Serious Eats: Drinks
How to Brew Tea in a Tetsubin
More Tea Technique
The handsome, hefty tetsubin. Is it a teapot? Is it a water kettle? Can it help heat your house? Is it best kept on the shelf? First things first: the name tetsubin is used, unfortunately interchangeably, to refer both to a cast iron pot used as a water-boiling kettle, and to a small cast iron pot used strictly to brew tea. As tetsubin have drifted into Western culture, the names and meanings of these pots have come to blur together (and indeed, there are some tea-brewing pots built to place over a heat source to boil as well, which adds to the confusion.)
A descendant of ancient Japanese water kettles, tetsubin came along with the growth in popularity of whole-leaf tea ceremony in Japan, in the seventeenth and eighteenth centuries. As tea drinking moved slowly to Japan from China, teawares originally Chinese in ancestry (and part of more high-society rituals) began to be replaced by humbler Japanese vessels, like the decorative but functional tetsubin. Formed in cast iron with a built-in handle, the first kettle-style tetsubin were heavy pots meant to be heated directly over a charcoal fire.
Contemporary tetsubin teapots inspired by these kettles, made only for brewing tea and not boiling water, are coated with enamel on the inside (to prevent rusting), making them unsuitable for stovetop or charcoal fire use. Highly designed tetsubin can be expensive, and serve as status symbols better suited for display than teamaking. Smaller, practical models are easily found, and are a pretty addition to any tea brewing collection.
Though the temptation to place your modern-day tetsubin teapot (and you'll know, by its size, enameled inside, and presence of a tea-strainer basket, whether it's intended as a tea brewer) on the stove is natural, most agree that it's best to heat water in a separate source, and then use the tetsubin only as a teapot. You'll still enjoy the even heating of cast iron, the decorative beauty of the pot, and perhaps if you're lucky a little added iron in your diet.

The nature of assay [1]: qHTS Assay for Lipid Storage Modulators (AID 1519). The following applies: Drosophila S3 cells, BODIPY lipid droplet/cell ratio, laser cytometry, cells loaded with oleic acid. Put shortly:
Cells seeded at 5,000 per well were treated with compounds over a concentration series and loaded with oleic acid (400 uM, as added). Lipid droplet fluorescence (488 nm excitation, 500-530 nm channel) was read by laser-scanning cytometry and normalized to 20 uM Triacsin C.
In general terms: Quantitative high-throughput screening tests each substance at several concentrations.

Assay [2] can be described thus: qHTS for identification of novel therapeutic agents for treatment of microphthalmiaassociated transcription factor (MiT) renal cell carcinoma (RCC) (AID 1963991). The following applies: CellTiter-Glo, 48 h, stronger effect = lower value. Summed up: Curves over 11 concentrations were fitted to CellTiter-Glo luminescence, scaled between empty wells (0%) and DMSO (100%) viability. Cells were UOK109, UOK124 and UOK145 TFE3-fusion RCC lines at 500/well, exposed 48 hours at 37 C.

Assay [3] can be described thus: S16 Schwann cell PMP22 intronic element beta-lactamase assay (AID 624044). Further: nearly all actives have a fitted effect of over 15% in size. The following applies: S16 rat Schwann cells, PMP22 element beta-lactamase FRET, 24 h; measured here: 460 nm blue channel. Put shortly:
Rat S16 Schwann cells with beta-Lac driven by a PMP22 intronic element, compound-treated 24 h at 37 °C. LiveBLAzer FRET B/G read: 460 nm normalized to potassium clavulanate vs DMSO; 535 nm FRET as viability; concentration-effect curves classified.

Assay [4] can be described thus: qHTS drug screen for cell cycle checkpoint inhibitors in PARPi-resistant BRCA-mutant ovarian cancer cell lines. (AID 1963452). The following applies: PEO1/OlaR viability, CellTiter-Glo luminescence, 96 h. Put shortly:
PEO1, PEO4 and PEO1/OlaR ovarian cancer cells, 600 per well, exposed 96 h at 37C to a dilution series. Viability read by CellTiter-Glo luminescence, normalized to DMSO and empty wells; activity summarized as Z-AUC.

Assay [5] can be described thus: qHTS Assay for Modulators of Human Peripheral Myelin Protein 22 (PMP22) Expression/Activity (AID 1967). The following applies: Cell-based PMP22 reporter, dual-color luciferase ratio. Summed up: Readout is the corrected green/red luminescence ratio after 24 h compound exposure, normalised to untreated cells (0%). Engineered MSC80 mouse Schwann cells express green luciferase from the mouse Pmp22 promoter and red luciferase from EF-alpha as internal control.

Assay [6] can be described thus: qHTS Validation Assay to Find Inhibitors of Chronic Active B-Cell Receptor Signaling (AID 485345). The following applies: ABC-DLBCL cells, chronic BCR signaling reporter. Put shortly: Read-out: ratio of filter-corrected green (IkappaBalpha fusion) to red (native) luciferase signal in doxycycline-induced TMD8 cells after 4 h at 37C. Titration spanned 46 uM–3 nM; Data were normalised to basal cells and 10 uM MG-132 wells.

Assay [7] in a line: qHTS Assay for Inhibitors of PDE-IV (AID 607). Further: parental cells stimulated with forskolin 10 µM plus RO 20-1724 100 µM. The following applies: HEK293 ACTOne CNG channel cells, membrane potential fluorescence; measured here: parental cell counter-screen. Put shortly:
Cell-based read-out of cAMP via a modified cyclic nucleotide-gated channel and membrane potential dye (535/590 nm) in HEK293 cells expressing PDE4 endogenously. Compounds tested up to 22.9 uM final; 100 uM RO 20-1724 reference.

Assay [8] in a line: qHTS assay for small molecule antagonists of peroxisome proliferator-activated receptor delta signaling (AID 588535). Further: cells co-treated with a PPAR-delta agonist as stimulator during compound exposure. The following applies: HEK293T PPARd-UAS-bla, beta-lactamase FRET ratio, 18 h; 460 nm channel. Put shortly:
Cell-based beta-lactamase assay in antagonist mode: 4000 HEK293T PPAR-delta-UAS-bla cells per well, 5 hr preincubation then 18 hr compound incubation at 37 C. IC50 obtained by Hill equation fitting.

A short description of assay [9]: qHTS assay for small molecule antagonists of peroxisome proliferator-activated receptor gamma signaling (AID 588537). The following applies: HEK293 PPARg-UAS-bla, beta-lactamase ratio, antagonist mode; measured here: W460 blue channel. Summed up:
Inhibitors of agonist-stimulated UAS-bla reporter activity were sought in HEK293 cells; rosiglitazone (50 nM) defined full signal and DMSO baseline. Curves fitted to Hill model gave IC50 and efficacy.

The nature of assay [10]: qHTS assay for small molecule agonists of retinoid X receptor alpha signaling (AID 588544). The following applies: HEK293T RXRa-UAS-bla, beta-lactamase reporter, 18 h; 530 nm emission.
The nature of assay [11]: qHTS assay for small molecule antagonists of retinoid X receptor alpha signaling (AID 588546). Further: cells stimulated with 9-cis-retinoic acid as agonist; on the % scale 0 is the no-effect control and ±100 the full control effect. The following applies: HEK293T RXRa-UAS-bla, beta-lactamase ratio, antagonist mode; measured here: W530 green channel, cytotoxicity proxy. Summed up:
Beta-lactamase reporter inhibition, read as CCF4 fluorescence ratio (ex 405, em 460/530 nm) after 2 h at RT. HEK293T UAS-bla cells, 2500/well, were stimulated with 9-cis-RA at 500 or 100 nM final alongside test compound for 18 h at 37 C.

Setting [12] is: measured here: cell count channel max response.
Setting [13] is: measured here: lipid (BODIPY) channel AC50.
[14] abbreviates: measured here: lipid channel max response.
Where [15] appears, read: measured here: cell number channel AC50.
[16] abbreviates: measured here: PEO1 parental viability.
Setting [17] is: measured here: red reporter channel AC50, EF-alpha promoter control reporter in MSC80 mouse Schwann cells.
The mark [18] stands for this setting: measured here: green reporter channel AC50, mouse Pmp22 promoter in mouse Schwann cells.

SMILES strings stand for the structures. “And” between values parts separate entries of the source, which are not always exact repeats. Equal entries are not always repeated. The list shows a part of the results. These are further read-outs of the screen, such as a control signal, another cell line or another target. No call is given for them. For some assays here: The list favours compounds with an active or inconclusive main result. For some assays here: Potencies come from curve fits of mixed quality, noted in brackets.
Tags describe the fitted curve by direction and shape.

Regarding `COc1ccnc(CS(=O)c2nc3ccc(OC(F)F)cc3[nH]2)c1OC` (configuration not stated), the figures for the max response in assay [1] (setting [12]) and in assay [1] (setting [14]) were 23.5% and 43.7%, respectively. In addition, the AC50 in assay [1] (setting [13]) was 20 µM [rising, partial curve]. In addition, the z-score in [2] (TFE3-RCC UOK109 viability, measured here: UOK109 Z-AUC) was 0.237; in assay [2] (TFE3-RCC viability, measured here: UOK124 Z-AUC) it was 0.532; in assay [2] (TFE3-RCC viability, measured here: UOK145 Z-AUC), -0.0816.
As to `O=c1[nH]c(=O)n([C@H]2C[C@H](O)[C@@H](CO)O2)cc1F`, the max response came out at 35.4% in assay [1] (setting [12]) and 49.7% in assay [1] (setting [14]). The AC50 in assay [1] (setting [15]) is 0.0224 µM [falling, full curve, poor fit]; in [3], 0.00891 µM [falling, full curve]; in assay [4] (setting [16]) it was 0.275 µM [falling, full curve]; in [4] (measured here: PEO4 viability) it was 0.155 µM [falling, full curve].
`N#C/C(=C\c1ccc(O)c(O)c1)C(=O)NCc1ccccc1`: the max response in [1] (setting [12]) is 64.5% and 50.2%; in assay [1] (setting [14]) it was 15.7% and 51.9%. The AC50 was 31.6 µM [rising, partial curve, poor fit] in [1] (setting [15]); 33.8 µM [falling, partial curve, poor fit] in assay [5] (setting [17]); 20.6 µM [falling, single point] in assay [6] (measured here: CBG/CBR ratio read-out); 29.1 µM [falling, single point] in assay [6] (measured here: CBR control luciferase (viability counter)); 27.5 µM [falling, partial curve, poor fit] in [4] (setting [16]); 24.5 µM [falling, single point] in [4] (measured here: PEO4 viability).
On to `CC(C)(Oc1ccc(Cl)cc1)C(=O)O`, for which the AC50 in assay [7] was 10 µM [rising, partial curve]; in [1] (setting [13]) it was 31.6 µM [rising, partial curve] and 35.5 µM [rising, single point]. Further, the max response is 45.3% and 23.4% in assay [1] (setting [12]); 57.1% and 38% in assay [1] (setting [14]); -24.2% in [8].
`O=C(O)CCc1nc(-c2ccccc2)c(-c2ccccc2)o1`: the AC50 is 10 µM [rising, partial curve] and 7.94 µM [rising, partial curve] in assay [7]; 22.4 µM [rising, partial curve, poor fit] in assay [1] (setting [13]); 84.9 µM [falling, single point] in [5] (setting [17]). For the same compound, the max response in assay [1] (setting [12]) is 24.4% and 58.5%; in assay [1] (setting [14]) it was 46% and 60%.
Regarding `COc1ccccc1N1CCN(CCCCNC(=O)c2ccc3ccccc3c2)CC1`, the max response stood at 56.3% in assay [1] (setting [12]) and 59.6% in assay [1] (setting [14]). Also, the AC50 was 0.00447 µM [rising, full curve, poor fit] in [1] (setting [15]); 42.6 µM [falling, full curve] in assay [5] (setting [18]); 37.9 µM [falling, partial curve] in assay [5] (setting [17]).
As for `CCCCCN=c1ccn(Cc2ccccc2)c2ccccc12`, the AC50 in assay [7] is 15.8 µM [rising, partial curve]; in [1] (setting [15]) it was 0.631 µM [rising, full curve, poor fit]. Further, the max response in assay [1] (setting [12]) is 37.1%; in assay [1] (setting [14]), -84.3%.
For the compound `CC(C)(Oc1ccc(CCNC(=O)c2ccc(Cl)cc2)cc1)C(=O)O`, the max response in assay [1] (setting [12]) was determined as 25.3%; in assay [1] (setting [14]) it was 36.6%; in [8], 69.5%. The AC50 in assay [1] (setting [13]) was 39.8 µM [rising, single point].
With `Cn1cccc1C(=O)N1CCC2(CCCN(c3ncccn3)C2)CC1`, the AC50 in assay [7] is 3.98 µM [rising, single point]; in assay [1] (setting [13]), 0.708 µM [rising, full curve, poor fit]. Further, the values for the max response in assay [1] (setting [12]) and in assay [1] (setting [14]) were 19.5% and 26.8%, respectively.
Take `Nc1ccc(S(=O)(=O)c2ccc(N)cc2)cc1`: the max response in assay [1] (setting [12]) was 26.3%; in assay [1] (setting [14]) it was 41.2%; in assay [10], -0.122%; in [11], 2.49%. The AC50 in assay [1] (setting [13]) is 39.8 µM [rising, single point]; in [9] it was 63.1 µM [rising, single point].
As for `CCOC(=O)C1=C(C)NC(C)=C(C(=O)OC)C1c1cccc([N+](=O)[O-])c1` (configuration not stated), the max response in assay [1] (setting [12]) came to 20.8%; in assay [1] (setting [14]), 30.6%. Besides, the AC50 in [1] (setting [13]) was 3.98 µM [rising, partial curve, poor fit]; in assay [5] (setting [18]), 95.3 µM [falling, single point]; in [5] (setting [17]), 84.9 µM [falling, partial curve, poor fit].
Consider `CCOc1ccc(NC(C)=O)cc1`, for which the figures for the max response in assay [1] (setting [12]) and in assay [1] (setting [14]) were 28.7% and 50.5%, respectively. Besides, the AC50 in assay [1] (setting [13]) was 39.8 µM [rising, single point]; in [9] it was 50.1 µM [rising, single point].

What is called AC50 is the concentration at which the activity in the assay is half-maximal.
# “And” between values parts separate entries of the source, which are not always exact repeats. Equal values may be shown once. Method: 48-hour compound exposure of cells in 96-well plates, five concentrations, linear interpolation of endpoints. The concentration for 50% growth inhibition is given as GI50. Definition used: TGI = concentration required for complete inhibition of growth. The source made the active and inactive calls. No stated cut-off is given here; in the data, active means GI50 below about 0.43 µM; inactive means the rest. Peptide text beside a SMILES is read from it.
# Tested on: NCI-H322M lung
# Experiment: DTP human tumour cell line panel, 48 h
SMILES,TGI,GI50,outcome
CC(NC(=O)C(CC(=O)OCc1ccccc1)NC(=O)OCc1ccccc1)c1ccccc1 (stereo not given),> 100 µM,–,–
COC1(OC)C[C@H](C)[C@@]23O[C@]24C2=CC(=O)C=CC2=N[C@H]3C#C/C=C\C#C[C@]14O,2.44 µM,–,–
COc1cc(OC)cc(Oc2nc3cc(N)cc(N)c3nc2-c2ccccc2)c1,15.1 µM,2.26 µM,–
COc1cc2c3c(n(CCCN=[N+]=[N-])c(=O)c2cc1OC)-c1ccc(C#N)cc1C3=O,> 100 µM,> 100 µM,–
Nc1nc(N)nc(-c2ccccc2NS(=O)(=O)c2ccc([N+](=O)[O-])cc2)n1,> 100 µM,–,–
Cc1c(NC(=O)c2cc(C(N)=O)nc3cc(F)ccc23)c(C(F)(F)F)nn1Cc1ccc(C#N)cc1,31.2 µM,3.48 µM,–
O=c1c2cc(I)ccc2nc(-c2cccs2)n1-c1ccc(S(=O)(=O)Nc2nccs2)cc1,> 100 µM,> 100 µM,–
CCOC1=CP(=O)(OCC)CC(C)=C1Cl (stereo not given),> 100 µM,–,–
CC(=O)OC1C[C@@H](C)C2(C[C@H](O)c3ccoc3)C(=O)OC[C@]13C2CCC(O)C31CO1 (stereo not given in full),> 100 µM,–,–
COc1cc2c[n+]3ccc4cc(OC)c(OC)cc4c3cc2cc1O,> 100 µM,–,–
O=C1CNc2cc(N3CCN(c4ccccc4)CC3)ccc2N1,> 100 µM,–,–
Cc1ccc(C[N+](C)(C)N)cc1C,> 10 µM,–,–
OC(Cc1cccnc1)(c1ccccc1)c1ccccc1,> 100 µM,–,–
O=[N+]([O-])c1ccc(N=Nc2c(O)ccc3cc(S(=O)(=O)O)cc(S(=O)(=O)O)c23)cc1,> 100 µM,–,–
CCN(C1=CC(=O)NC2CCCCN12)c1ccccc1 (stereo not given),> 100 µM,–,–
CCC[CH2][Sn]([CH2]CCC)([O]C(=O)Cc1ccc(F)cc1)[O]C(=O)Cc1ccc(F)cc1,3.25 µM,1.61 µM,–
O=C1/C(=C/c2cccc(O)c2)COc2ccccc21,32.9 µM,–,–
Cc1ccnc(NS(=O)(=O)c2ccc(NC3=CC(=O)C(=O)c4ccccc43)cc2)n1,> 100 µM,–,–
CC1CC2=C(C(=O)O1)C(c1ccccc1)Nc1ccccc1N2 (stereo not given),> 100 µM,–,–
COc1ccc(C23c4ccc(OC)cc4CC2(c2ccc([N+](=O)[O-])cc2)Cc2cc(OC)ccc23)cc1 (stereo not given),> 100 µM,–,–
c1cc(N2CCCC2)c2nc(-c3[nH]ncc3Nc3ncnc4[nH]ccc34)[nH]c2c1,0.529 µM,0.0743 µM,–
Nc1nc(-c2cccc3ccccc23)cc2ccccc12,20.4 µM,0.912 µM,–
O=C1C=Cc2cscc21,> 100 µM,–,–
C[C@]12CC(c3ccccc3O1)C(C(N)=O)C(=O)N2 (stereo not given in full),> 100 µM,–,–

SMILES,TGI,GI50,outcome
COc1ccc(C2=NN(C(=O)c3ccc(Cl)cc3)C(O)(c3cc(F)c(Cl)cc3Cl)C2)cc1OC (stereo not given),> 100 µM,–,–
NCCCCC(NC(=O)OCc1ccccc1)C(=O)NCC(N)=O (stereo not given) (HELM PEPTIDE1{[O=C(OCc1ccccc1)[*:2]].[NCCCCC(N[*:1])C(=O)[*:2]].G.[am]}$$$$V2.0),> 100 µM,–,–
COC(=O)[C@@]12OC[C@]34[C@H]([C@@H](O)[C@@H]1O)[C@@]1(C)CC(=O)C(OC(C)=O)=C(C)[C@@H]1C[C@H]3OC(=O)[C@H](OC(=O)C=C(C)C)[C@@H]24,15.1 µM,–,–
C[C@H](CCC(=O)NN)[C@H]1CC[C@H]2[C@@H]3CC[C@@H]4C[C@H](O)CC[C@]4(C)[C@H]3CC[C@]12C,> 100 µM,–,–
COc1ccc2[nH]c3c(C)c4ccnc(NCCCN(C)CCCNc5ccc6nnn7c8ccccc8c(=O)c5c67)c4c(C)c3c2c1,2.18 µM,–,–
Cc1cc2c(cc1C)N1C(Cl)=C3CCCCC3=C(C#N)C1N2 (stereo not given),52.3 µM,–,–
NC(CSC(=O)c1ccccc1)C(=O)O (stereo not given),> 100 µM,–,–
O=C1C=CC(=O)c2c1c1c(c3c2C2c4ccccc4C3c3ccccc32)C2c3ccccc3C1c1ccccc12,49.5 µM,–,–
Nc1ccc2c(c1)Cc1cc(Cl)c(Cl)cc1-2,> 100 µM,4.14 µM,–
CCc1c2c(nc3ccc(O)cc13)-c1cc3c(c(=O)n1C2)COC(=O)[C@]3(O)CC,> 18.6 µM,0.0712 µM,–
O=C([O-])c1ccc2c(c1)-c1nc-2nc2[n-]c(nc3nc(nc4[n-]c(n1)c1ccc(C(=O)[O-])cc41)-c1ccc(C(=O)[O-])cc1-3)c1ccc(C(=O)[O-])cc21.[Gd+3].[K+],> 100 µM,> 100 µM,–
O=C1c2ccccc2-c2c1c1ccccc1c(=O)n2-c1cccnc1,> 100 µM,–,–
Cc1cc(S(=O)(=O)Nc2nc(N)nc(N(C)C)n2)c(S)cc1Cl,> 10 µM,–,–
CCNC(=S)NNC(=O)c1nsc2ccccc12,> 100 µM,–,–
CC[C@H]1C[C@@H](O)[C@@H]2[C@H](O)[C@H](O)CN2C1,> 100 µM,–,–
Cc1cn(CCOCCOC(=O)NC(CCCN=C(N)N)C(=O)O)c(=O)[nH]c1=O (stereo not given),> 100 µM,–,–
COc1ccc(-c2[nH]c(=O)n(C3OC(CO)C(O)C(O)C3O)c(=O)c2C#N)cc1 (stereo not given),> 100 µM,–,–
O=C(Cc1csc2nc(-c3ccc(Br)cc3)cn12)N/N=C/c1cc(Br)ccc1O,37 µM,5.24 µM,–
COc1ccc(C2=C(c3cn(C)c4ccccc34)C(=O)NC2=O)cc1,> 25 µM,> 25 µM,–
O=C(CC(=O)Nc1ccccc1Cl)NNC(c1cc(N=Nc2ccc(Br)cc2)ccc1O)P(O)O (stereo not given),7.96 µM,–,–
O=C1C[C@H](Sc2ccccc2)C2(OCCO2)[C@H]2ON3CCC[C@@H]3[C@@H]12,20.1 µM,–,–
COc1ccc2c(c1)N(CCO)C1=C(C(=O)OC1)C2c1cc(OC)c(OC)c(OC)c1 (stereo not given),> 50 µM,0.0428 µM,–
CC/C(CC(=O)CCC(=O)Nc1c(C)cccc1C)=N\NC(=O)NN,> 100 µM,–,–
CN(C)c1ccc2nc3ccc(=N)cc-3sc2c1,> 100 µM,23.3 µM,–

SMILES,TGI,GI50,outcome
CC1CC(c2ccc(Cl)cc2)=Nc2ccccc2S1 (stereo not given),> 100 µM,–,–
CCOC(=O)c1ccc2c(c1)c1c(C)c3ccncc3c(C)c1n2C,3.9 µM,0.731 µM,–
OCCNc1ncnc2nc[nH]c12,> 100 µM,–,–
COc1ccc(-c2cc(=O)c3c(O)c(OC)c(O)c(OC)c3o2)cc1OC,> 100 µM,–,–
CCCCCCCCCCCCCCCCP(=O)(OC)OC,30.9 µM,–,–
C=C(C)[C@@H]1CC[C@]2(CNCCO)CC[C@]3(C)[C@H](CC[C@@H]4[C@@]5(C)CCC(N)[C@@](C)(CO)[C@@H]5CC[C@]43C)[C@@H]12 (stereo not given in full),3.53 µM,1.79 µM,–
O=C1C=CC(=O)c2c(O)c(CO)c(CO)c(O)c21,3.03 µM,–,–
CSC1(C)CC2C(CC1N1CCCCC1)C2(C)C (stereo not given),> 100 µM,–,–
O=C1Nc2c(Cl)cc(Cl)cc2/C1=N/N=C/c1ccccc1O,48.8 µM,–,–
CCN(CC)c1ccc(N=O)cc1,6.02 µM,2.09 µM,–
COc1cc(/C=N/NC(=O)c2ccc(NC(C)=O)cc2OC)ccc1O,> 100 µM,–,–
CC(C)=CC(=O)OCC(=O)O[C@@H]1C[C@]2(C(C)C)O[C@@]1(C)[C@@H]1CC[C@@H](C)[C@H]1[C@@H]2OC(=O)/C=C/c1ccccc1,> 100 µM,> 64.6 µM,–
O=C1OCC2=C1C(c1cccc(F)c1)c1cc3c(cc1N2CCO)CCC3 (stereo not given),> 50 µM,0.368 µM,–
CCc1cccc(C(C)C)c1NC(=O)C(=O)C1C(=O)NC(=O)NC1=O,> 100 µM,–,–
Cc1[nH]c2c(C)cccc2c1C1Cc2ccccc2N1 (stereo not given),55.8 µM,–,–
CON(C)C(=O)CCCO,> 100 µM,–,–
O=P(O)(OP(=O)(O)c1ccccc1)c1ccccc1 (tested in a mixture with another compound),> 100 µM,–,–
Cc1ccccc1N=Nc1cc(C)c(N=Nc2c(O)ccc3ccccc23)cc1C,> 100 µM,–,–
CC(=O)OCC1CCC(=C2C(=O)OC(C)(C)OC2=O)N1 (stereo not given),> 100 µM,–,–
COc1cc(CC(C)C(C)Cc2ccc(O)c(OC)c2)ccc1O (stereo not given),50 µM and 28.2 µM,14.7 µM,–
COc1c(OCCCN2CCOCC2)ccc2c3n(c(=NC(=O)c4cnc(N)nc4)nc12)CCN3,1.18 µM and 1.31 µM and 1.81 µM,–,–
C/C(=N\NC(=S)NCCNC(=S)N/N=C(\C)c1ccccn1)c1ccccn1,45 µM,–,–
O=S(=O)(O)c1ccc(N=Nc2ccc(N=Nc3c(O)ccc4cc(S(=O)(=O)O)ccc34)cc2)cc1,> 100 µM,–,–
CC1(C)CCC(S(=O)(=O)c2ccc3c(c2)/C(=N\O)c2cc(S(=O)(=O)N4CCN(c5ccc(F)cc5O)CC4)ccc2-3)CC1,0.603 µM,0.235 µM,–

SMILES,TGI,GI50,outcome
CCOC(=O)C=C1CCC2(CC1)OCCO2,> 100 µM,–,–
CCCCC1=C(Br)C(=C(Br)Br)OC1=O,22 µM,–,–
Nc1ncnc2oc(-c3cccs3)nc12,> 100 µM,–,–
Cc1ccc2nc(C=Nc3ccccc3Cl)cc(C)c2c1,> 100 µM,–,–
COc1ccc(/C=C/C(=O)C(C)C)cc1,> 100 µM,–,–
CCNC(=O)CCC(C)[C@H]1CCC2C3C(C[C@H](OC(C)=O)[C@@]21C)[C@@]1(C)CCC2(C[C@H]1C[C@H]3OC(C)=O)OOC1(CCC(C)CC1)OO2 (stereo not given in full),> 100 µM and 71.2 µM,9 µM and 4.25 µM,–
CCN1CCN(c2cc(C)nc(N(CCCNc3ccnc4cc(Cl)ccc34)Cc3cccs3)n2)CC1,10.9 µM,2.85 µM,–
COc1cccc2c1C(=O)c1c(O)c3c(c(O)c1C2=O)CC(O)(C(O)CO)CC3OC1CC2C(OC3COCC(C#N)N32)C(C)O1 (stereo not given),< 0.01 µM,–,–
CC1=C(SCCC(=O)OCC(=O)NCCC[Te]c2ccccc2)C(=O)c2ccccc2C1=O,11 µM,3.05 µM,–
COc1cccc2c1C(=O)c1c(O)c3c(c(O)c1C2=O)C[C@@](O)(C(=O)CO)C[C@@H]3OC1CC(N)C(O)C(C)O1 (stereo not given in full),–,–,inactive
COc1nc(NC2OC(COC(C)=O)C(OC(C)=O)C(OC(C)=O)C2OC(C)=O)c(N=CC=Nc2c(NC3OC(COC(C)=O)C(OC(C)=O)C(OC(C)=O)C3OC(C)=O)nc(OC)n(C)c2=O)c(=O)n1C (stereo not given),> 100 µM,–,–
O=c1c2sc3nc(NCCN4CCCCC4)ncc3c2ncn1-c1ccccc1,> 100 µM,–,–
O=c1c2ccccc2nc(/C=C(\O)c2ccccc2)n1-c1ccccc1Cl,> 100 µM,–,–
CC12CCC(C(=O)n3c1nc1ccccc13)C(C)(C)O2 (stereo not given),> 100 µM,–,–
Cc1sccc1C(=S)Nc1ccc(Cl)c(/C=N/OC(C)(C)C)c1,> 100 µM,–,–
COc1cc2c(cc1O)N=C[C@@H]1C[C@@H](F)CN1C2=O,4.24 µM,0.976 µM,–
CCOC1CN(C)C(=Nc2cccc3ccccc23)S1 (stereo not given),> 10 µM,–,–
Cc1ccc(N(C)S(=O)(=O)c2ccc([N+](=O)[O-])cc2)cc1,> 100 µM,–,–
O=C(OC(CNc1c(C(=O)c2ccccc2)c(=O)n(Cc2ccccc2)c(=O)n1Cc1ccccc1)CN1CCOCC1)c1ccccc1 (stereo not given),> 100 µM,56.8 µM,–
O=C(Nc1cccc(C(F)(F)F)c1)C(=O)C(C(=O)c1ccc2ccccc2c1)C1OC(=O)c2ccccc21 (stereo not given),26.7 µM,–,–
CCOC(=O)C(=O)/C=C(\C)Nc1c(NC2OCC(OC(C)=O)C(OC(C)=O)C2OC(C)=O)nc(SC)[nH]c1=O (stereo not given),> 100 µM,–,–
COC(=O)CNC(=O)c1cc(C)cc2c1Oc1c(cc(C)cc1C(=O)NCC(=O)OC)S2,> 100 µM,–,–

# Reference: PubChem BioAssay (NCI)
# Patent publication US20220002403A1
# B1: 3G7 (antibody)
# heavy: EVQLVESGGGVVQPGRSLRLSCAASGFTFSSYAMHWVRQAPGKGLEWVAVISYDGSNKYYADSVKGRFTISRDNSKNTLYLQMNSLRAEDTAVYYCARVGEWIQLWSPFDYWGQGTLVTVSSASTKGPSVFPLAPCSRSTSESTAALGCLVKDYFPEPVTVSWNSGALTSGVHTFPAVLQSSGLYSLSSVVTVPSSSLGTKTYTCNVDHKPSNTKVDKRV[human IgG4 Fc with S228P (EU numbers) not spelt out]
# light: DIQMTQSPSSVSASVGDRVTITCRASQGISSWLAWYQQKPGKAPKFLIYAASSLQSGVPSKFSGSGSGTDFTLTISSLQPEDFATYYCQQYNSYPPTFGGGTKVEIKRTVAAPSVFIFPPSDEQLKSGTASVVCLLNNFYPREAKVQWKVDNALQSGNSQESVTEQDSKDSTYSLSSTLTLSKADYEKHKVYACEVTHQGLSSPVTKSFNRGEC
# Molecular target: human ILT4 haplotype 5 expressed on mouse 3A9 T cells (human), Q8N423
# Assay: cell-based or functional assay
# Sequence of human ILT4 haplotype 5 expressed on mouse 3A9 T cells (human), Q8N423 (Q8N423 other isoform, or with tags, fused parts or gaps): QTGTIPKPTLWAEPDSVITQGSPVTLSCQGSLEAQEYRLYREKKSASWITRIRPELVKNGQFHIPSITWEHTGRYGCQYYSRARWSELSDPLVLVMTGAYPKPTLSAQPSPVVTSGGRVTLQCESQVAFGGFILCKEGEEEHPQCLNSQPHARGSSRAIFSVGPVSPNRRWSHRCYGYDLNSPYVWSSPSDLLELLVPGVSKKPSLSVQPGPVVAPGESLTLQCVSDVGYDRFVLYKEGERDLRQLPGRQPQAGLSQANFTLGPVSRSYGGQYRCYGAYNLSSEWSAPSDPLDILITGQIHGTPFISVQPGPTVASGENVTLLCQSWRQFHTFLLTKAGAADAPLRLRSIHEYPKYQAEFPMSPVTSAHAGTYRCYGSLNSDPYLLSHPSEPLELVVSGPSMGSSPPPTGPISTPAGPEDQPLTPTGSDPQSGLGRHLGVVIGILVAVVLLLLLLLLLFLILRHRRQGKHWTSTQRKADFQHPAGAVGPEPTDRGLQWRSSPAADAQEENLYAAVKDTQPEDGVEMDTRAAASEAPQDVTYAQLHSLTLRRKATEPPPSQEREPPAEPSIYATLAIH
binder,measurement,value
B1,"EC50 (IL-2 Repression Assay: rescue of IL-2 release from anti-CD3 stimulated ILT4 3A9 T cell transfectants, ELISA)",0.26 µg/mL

How to Brew in a Tetsubin Teapot
1. Select your tea
Though most contemporary tetsubin teapots are enamel-coated on the inside, a patina can still develop over time depending on the type of tea you are using. For this reason, you'll want to select only one kind of tea (say, green, or lightly-oxidized oolongs) to use over and over again in your pot, as you would with other slightly porous teapots. Pick something you like—and stick to it!
2. Preheat and rinse
Since you are working with cast iron, preheating your pot is an essential step. Boil water using an alternate source, and fill and rinse your teapot once or twice with the hot water. This both begins to warm up the teapot and rinses it clean—due to the tetsubin's shape, it can sometimes be hard to see how clean it is.
3. Measure your tea
Tetsubin teapots come in a range of sizes, so you'll want to measure your tea proportionally to how much water you intend to use. Start with somewhere around 1 teaspoon of tea per 8 ounces of water, and adjust the quantity of your tea to taste as you learn about your teapot.
If your pot comes with a built-in strainer basket, you may prefer to brew smaller quantities of tea at a time, so as to not overpack the strainer and allow for optimum leaf expansion. Place the tea in the strainer and set into the tetsubin, or if there is no strainer, spoon it into the pot itself.
4. Heat your water and steep
Heat water in a separate kettle, and when it's reached the right temperature for the tea you've selected, pour the measured amount of water over the leaves and steep (for green tea, for instance, steep about 2 minutes at 175° to 185° F).
5. Serve and clean up
Now that your tea is ready, make sure to decant it all from the tetsubin pot at once so that it does not overextract. If your tetsubin does not have a built-in strainer, you'll need to pour the liquid off through a secondary strainer.
After you've finished as many infusions as you like, take great care to rinse out (use warm water so as not to crack the cast iron) and then dry your pot thoroughly (including lid and strainer basket) to prevent any rust anywhere on the pot. Never use soap.
With good care and attention, your tetsubin teapot will be a long-lasting, functional piece of art!
About the author: Liz Clayton drinks, photographs, and writes about coffee and tea all over the world, though she pretends to live in Brooklyn, New York. She is bad at keeping up her coffee-world blog at twitchy.org